After 7 Years Of Trade Talks: Success

December 16, 1993|By New York Times News Service The Journal of Commerce contributed to this article.

GENEVA -- A small wooden gavel came down on a table in Geneva yesterday, signaling, with a sharp tap, the completion of the long-contested world trade agreement intended to provide the basis for global economic growth and cohesion into the 21st century.

As he lowered his hammer like an auctioneer completing a sale, Peter Sutherland, who oversaw the last phase of the seven-year trade negotiations as GATT's director general, declared, "I gavel the Uruguay Round as concluded."

Representatives from the 117 nations of the General Agreement on Tariffs and Trade leapt to their feet in the conference hall in Geneva -- applauding, cheering, even succumbing to bear hugs.

Their relief was palpable: A deal had finally been done and the worst averted, after negotiations that at times seemed more likely to reveal the irreconcilable trade rivalries of the post-Cold-War world than its determination to pursue a quest for freer trade, lower tariffs and greater economic cooperation.

"You the negotiators of the 117 governments involved have achieved an extraordinary success," Mr. Sutherland said.

"There are those, not without reason, who find the post-Cold-War world full of new risks and tensions," he said. "Today, the world has chosen openness and cooperation instead of uncertainty and conflict."

The 400-page Final Act of the negotiations ended as an incomplete compromise, much better than nothing, but far less than once hoped.

Mr. Sutherland announced the conclusion 10 hours before the cutoff of President Clinton's "fast track" authority, allowing him to send the GATT accord to Congress to be voted on without amendments. Within an hour, Mr. Clinton kicked off his campaign to get the agreement approved by Congress, saying that it would foster an American export boom and that it "cements our position of leadership in the new global economy."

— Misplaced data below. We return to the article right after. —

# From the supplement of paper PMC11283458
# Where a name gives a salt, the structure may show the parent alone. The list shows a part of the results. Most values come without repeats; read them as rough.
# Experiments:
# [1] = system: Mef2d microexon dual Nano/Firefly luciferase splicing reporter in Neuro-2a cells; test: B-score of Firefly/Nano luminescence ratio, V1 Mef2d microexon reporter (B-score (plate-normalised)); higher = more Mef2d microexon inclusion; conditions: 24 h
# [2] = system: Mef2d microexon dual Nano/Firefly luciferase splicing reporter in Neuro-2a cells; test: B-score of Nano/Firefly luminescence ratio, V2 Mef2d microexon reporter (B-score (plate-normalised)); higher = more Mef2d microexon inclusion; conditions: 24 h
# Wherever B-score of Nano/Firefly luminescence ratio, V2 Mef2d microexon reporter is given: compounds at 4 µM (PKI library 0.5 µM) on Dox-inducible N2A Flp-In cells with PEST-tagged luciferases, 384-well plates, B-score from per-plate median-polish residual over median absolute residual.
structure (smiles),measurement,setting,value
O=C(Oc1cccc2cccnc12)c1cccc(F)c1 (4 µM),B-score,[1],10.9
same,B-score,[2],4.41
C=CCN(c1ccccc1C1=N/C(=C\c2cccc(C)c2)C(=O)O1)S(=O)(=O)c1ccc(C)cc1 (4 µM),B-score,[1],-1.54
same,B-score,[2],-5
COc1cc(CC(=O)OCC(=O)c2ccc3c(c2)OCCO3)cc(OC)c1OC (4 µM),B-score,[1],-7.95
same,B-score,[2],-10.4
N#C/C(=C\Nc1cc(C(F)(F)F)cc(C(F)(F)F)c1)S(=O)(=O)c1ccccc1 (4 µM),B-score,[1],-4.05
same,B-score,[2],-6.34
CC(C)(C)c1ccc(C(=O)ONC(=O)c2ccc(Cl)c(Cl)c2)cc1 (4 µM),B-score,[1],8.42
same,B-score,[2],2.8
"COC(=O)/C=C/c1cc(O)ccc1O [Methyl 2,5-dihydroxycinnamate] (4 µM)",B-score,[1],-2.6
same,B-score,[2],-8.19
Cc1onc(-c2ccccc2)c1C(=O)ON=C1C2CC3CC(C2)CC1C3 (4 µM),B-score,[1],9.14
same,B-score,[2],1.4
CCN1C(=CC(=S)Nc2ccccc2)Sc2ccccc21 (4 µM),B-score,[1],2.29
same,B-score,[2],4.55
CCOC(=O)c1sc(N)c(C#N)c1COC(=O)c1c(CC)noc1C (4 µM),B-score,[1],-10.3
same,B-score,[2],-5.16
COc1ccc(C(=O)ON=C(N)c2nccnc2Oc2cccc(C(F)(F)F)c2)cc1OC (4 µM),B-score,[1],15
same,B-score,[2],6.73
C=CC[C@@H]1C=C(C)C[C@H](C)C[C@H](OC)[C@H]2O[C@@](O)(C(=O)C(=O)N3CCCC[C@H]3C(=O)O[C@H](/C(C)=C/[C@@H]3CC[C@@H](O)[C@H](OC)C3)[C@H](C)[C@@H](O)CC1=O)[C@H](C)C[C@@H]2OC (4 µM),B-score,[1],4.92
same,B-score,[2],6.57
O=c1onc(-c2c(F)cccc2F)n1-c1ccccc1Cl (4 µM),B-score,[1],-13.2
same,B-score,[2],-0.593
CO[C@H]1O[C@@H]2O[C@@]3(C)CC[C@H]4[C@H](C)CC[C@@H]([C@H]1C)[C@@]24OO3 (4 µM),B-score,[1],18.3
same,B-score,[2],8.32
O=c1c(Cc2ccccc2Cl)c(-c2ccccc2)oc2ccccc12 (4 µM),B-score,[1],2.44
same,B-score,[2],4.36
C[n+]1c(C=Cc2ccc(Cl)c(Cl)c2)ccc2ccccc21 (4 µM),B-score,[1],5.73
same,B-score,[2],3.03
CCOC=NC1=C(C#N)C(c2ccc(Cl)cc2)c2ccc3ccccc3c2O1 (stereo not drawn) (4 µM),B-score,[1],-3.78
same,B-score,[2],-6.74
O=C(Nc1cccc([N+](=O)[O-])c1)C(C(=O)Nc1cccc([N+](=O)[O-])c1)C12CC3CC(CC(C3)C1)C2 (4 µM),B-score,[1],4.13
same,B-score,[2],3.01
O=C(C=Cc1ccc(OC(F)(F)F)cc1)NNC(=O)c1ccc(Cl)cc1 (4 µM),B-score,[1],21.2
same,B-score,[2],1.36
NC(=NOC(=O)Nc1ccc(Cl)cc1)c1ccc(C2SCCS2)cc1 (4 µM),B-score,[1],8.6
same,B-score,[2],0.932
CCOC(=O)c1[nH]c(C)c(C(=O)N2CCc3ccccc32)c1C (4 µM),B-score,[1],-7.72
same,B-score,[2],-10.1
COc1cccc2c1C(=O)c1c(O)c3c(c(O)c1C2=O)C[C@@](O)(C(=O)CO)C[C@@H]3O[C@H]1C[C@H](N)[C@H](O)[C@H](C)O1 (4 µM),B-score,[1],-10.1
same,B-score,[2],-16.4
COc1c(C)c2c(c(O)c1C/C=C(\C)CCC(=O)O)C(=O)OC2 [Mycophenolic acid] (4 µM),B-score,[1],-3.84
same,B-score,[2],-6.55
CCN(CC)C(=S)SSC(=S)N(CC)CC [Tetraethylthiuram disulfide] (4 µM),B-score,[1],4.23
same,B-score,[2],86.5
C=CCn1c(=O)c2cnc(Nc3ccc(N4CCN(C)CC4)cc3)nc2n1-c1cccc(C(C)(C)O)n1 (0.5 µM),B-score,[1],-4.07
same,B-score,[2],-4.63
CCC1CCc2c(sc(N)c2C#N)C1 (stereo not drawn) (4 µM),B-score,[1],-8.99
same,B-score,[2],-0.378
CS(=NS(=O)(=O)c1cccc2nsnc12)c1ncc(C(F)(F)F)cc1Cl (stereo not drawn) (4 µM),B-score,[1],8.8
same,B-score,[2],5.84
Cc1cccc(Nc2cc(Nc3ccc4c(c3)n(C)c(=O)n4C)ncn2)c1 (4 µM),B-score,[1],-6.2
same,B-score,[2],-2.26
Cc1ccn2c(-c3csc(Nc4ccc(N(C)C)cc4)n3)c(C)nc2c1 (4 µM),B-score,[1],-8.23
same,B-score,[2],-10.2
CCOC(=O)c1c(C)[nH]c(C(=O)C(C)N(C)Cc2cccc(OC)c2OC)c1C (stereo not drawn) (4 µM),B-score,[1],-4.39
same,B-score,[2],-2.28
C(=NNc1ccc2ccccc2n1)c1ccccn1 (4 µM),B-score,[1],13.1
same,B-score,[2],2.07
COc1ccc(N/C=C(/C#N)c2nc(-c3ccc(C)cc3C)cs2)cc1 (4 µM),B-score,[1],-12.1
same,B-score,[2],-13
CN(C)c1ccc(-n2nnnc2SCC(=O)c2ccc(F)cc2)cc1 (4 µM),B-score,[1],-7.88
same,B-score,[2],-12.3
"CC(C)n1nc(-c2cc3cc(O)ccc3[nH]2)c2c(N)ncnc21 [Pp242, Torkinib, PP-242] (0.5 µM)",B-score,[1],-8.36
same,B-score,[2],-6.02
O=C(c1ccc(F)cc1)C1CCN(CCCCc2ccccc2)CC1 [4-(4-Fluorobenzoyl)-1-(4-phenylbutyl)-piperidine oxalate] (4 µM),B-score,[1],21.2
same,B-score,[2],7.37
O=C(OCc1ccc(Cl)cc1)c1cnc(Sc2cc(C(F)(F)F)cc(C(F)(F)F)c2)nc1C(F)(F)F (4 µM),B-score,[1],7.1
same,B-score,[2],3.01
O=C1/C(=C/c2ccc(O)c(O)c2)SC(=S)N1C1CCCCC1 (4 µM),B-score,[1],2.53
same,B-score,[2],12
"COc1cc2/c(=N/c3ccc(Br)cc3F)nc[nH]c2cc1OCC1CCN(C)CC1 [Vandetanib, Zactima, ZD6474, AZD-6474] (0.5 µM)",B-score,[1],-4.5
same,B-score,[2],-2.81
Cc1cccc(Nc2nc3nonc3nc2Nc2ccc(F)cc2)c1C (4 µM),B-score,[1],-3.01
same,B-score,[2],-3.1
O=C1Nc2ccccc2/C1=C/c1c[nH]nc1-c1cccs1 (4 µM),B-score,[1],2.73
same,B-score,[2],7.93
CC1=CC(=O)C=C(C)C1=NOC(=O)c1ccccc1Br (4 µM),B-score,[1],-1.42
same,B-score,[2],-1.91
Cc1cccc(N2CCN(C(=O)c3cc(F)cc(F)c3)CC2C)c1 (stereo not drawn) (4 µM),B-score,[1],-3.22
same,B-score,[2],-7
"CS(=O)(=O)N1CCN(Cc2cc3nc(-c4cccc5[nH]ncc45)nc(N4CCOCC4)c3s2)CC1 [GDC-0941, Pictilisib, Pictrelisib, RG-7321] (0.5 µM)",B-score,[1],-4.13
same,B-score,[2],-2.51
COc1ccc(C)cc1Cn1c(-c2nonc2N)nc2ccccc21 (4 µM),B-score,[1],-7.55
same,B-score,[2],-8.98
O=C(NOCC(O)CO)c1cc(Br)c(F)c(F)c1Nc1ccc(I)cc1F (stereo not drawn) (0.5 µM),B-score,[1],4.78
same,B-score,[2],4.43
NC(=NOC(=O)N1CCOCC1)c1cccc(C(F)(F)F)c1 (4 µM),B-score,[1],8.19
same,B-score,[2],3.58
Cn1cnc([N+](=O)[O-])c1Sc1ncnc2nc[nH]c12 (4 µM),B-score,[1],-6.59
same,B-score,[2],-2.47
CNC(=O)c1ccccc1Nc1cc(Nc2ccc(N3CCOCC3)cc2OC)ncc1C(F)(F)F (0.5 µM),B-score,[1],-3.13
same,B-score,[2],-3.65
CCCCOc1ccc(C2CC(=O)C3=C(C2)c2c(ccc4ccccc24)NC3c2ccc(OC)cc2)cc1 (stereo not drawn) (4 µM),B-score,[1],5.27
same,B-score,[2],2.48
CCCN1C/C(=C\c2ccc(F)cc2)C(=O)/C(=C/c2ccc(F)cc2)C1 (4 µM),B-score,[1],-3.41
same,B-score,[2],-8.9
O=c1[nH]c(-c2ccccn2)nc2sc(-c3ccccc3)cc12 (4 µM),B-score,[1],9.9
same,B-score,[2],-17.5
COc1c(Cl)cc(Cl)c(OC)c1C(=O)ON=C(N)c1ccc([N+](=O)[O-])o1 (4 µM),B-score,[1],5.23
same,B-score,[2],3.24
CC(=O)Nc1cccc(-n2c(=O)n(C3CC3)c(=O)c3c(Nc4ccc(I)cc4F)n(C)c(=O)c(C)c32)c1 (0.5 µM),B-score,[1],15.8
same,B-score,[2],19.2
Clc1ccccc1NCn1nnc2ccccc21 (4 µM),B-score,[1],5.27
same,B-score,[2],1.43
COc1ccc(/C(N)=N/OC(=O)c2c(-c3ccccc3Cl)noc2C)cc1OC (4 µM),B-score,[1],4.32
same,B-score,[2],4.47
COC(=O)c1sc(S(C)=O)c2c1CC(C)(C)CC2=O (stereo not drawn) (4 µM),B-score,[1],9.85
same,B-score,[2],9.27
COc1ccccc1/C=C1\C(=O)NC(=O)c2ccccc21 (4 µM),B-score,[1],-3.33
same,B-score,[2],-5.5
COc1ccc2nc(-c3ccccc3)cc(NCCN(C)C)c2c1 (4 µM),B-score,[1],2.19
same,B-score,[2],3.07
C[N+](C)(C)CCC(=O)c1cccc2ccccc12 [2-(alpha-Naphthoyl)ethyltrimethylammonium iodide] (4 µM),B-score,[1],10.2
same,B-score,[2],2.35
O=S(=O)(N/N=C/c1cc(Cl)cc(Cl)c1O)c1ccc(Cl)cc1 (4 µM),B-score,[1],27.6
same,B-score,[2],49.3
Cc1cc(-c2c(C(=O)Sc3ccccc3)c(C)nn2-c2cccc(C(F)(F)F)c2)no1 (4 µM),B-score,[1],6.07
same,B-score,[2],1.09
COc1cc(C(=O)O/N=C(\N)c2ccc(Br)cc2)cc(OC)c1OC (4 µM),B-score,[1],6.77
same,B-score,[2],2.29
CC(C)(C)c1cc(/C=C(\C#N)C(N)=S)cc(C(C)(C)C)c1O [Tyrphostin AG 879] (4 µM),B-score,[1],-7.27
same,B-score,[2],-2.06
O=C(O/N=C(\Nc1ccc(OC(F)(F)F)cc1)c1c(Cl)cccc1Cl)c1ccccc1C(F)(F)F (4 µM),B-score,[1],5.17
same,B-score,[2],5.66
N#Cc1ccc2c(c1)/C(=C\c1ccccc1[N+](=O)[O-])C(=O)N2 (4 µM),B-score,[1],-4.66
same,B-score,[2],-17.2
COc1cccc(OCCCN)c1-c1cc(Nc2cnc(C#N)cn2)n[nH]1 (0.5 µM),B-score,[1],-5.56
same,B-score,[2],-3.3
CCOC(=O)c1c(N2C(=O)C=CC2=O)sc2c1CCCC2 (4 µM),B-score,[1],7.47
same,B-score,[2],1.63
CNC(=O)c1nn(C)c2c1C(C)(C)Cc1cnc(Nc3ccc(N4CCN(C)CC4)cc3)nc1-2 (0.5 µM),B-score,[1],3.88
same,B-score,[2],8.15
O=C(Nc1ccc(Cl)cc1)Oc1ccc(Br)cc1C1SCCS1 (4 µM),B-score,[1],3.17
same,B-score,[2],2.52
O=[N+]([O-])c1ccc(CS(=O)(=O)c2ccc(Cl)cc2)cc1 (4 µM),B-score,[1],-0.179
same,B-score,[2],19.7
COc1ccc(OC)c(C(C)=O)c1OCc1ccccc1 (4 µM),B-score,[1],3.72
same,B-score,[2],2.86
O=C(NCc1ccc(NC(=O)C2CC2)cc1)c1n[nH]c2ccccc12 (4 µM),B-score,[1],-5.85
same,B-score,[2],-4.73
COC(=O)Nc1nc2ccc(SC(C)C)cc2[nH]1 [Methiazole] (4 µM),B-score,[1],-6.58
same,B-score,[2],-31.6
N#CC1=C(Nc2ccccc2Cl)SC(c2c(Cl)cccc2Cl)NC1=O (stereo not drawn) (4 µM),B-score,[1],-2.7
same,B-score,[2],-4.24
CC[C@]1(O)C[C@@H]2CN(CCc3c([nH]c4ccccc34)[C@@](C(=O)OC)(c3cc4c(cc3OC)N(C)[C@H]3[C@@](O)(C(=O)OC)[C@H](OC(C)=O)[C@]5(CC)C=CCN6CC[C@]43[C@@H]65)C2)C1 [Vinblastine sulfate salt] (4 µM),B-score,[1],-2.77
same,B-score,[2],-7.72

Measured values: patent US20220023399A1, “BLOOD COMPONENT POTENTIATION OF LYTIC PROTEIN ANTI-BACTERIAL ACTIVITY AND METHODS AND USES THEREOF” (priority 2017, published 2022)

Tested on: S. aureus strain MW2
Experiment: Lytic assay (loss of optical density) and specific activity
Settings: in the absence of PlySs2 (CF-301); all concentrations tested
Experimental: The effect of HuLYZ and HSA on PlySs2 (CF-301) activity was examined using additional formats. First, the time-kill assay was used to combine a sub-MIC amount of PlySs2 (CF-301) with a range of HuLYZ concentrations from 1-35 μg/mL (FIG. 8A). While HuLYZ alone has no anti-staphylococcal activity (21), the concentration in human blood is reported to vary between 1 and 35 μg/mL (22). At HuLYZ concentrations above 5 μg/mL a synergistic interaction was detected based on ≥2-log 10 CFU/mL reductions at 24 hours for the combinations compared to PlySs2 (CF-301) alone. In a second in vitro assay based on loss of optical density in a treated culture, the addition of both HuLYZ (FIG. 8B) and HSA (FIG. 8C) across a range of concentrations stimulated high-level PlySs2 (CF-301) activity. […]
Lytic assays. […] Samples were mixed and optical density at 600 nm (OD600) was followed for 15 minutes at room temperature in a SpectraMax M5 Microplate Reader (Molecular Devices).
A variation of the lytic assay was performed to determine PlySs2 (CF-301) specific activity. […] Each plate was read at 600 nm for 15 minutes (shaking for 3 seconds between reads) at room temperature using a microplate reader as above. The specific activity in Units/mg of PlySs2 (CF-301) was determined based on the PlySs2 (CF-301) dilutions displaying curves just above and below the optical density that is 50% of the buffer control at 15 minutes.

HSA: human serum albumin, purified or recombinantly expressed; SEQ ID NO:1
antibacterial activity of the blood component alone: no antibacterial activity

At a White House news conference, Mr. Clinton said he was formally notifying Congress of his intention to sign the agreement and submit the pact to Capital Hill.

Reaction to the deal from Congress, which must approve the accord, was mixed. Sen. Daniel P. Moynihan, a New York Democrat, came out in support, while Sen. John C. Danforth, a Missouri Republican, said that changes to the subsidies rules were of concern but that the aircraft agreement that was struck was a major gain.

"In the end, whether this agreement is a net plus or a net minus for the United States will be determined by the provisions of the implementing legislation drafted in the Congress," Mr. Danforth said.

Many lawmakers said they shared Mr. Clinton's optimism. The opposition to GATT in Congress is much more Balkanized: There is no clear enemy, like Mexico, for opponents to focus on, and no one has stepped forward to lead a charge against the accord, which offers much larger potential benefits for the American economy.

After approval of NAFTA by Congress last month -- and the intense battle the president waged to gain that approval -- the new accord underscored the administration's once-doubted commitment to free trade.

In Paris, French Prime Minister Edouard Balladur, who clashed with Mr. Clinton over issues ranging from agriculture to access for American films to European markets, declared in Parliament that the accord was in France's interest.

"The cultural identity of Europe is protected, the future of French agriculture assured," he said, before winning a vote of confidence by 466 to 90 in the lower house.

Under the agreement, to be signed in Morocco in April and due to come into effect in 1995, worldwide tariffs were cut by an average of one-third, encouraging the freer movement of goods, and industries like agriculture were brought under GATT rules for the first time, implying the gradual elimination of subsidies that are costly to taxpayers.

But accords on the world's trillion-dollar annual trade in services like banking and the movie and entertainment industries proved elusive, leaving some of the fastest-developing parts of the world's economy encumbered by national or regional protectionism of the sort that discourages foreign investment. The agreement, before coming into effect, faces potentially contentious legislative battles in the United States and elsewhere.

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